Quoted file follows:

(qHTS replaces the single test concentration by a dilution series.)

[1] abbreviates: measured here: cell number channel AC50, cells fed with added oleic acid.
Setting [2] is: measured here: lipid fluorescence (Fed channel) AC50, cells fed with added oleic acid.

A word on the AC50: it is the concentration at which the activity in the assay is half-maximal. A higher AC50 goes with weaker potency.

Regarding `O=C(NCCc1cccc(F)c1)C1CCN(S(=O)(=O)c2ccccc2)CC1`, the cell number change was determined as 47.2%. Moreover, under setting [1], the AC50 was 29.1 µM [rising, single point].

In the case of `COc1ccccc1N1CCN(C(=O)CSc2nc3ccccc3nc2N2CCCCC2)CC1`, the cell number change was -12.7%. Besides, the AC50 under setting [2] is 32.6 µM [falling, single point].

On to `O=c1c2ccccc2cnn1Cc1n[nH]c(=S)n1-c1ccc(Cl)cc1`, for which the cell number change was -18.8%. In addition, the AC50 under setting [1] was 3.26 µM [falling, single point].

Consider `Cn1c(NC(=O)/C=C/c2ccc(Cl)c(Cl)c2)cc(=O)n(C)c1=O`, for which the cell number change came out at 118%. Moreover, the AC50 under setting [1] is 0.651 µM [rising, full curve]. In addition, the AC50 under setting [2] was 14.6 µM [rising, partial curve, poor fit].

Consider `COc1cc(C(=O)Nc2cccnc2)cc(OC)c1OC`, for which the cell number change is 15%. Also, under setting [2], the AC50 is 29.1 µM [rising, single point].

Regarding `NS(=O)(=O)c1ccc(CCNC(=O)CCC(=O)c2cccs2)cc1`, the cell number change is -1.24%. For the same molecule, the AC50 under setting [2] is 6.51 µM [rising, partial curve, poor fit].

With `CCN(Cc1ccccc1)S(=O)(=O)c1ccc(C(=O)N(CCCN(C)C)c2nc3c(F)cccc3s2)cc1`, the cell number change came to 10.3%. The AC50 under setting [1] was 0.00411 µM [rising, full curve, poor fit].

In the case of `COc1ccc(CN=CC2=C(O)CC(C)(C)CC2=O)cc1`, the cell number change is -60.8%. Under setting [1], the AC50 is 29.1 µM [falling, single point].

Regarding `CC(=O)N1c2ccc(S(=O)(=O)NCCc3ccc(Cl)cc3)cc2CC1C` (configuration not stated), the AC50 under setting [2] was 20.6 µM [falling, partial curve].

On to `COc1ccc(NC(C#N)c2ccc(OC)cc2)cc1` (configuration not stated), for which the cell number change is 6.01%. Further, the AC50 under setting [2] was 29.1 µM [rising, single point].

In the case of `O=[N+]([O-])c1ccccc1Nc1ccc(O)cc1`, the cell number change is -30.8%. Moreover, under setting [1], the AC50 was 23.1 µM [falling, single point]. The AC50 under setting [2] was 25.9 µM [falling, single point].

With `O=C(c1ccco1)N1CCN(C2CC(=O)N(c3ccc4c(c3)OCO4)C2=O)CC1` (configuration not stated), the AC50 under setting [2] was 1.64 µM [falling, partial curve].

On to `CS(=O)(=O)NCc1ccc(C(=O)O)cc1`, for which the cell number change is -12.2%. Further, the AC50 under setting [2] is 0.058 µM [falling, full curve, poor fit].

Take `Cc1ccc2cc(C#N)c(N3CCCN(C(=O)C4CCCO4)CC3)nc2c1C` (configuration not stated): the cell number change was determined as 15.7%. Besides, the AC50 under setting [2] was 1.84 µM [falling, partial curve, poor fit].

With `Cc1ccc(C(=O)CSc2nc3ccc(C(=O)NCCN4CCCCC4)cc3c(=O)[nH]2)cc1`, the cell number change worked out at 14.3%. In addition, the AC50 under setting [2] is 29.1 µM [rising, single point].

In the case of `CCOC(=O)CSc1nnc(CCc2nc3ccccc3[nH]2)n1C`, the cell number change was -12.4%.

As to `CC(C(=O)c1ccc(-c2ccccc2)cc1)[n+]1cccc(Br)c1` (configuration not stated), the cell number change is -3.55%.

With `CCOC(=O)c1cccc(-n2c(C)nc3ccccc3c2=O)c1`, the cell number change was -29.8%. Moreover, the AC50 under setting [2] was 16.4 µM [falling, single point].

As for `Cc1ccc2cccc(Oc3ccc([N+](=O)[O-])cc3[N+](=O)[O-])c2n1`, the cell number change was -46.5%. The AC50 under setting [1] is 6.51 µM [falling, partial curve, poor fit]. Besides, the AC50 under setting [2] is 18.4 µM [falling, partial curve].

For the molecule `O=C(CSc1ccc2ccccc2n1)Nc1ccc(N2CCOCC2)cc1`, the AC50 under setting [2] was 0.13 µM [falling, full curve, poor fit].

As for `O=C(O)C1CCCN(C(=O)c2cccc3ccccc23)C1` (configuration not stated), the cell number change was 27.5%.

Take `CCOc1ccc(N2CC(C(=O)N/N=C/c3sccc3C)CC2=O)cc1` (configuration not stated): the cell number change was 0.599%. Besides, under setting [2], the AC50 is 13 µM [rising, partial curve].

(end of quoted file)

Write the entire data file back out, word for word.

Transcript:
(qHTS replaces the single test concentration by a dilution series.)

[1] abbreviates: measured here: cell number channel AC50, cells fed with added oleic acid.
Setting [2] is: measured here: lipid fluorescence (Fed channel) AC50, cells fed with added oleic acid.

A word on the AC50: it is the concentration at which the activity in the assay is half-maximal. A higher AC50 goes with weaker potency.

Regarding `O=C(NCCc1cccc(F)c1)C1CCN(S(=O)(=O)c2ccccc2)CC1`, the cell number change was determined as 47.2%. Moreover, under setting [1], the AC50 was 29.1 µM [rising, single point].

In the case of `COc1ccccc1N1CCN(C(=O)CSc2nc3ccccc3nc2N2CCCCC2)CC1`, the cell number change was -12.7%. Besides, the AC50 under setting [2] is 32.6 µM [falling, single point].

On to `O=c1c2ccccc2cnn1Cc1n[nH]c(=S)n1-c1ccc(Cl)cc1`, for which the cell number change was -18.8%. In addition, the AC50 under setting [1] was 3.26 µM [falling, single point].

Consider `Cn1c(NC(=O)/C=C/c2ccc(Cl)c(Cl)c2)cc(=O)n(C)c1=O`, for which the cell number change came out at 118%. Moreover, the AC50 under setting [1] is 0.651 µM [rising, full curve]. In addition, the AC50 under setting [2] was 14.6 µM [rising, partial curve, poor fit].

Consider `COc1cc(C(=O)Nc2cccnc2)cc(OC)c1OC`, for which the cell number change is 15%. Also, under setting [2], the AC50 is 29.1 µM [rising, single point].

Regarding `NS(=O)(=O)c1ccc(CCNC(=O)CCC(=O)c2cccs2)cc1`, the cell number change is -1.24%. For the same molecule, the AC50 under setting [2] is 6.51 µM [rising, partial curve, poor fit].

With `CCN(Cc1ccccc1)S(=O)(=O)c1ccc(C(=O)N(CCCN(C)C)c2nc3c(F)cccc3s2)cc1`, the cell number change came to 10.3%. The AC50 under setting [1] was 0.00411 µM [rising, full curve, poor fit].

In the case of `COc1ccc(CN=CC2=C(O)CC(C)(C)CC2=O)cc1`, the cell number change is -60.8%. Under setting [1], the AC50 is 29.1 µM [falling, single point].

Regarding `CC(=O)N1c2ccc(S(=O)(=O)NCCc3ccc(Cl)cc3)cc2CC1C` (configuration not stated), the AC50 under setting [2] was 20.6 µM [falling, partial curve].

On to `COc1ccc(NC(C#N)c2ccc(OC)cc2)cc1` (configuration not stated), for which the cell number change is 6.01%. Further, the AC50 under setting [2] was 29.1 µM [rising, single point].

In the case of `O=[N+]([O-])c1ccccc1Nc1ccc(O)cc1`, the cell number change is -30.8%. Moreover, under setting [1], the AC50 was 23.1 µM [falling, single point]. The AC50 under setting [2] was 25.9 µM [falling, single point].

With `O=C(c1ccco1)N1CCN(C2CC(=O)N(c3ccc4c(c3)OCO4)C2=O)CC1` (configuration not stated), the AC50 under setting [2] was 1.64 µM [falling, partial curve].

On to `CS(=O)(=O)NCc1ccc(C(=O)O)cc1`, for which the cell number change is -12.2%. Further, the AC50 under setting [2] is 0.058 µM [falling, full curve, poor fit].

Take `Cc1ccc2cc(C#N)c(N3CCCN(C(=O)C4CCCO4)CC3)nc2c1C` (configuration not stated): the cell number change was determined as 15.7%. Besides, the AC50 under setting [2] was 1.84 µM [falling, partial curve, poor fit].

With `Cc1ccc(C(=O)CSc2nc3ccc(C(=O)NCCN4CCCCC4)cc3c(=O)[nH]2)cc1`, the cell number change worked out at 14.3%. In addition, the AC50 under setting [2] is 29.1 µM [rising, single point].

In the case of `CCOC(=O)CSc1nnc(CCc2nc3ccccc3[nH]2)n1C`, the cell number change was -12.4%.

As to `CC(C(=O)c1ccc(-c2ccccc2)cc1)[n+]1cccc(Br)c1` (configuration not stated), the cell number change is -3.55%.

With `CCOC(=O)c1cccc(-n2c(C)nc3ccccc3c2=O)c1`, the cell number change was -29.8%. Moreover, the AC50 under setting [2] was 16.4 µM [falling, single point].

As for `Cc1ccc2cccc(Oc3ccc([N+](=O)[O-])cc3[N+](=O)[O-])c2n1`, the cell number change was -46.5%. The AC50 under setting [1] is 6.51 µM [falling, partial curve, poor fit]. Besides, the AC50 under setting [2] is 18.4 µM [falling, partial curve].

For the molecule `O=C(CSc1ccc2ccccc2n1)Nc1ccc(N2CCOCC2)cc1`, the AC50 under setting [2] was 0.13 µM [falling, full curve, poor fit].

As for `O=C(O)C1CCCN(C(=O)c2cccc3ccccc23)C1` (configuration not stated), the cell number change was 27.5%.

Take `CCOc1ccc(N2CC(C(=O)N/N=C/c3sccc3C)CC2=O)cc1` (configuration not stated): the cell number change was 0.599%. Besides, under setting [2], the AC50 is 13 µM [rising, partial curve].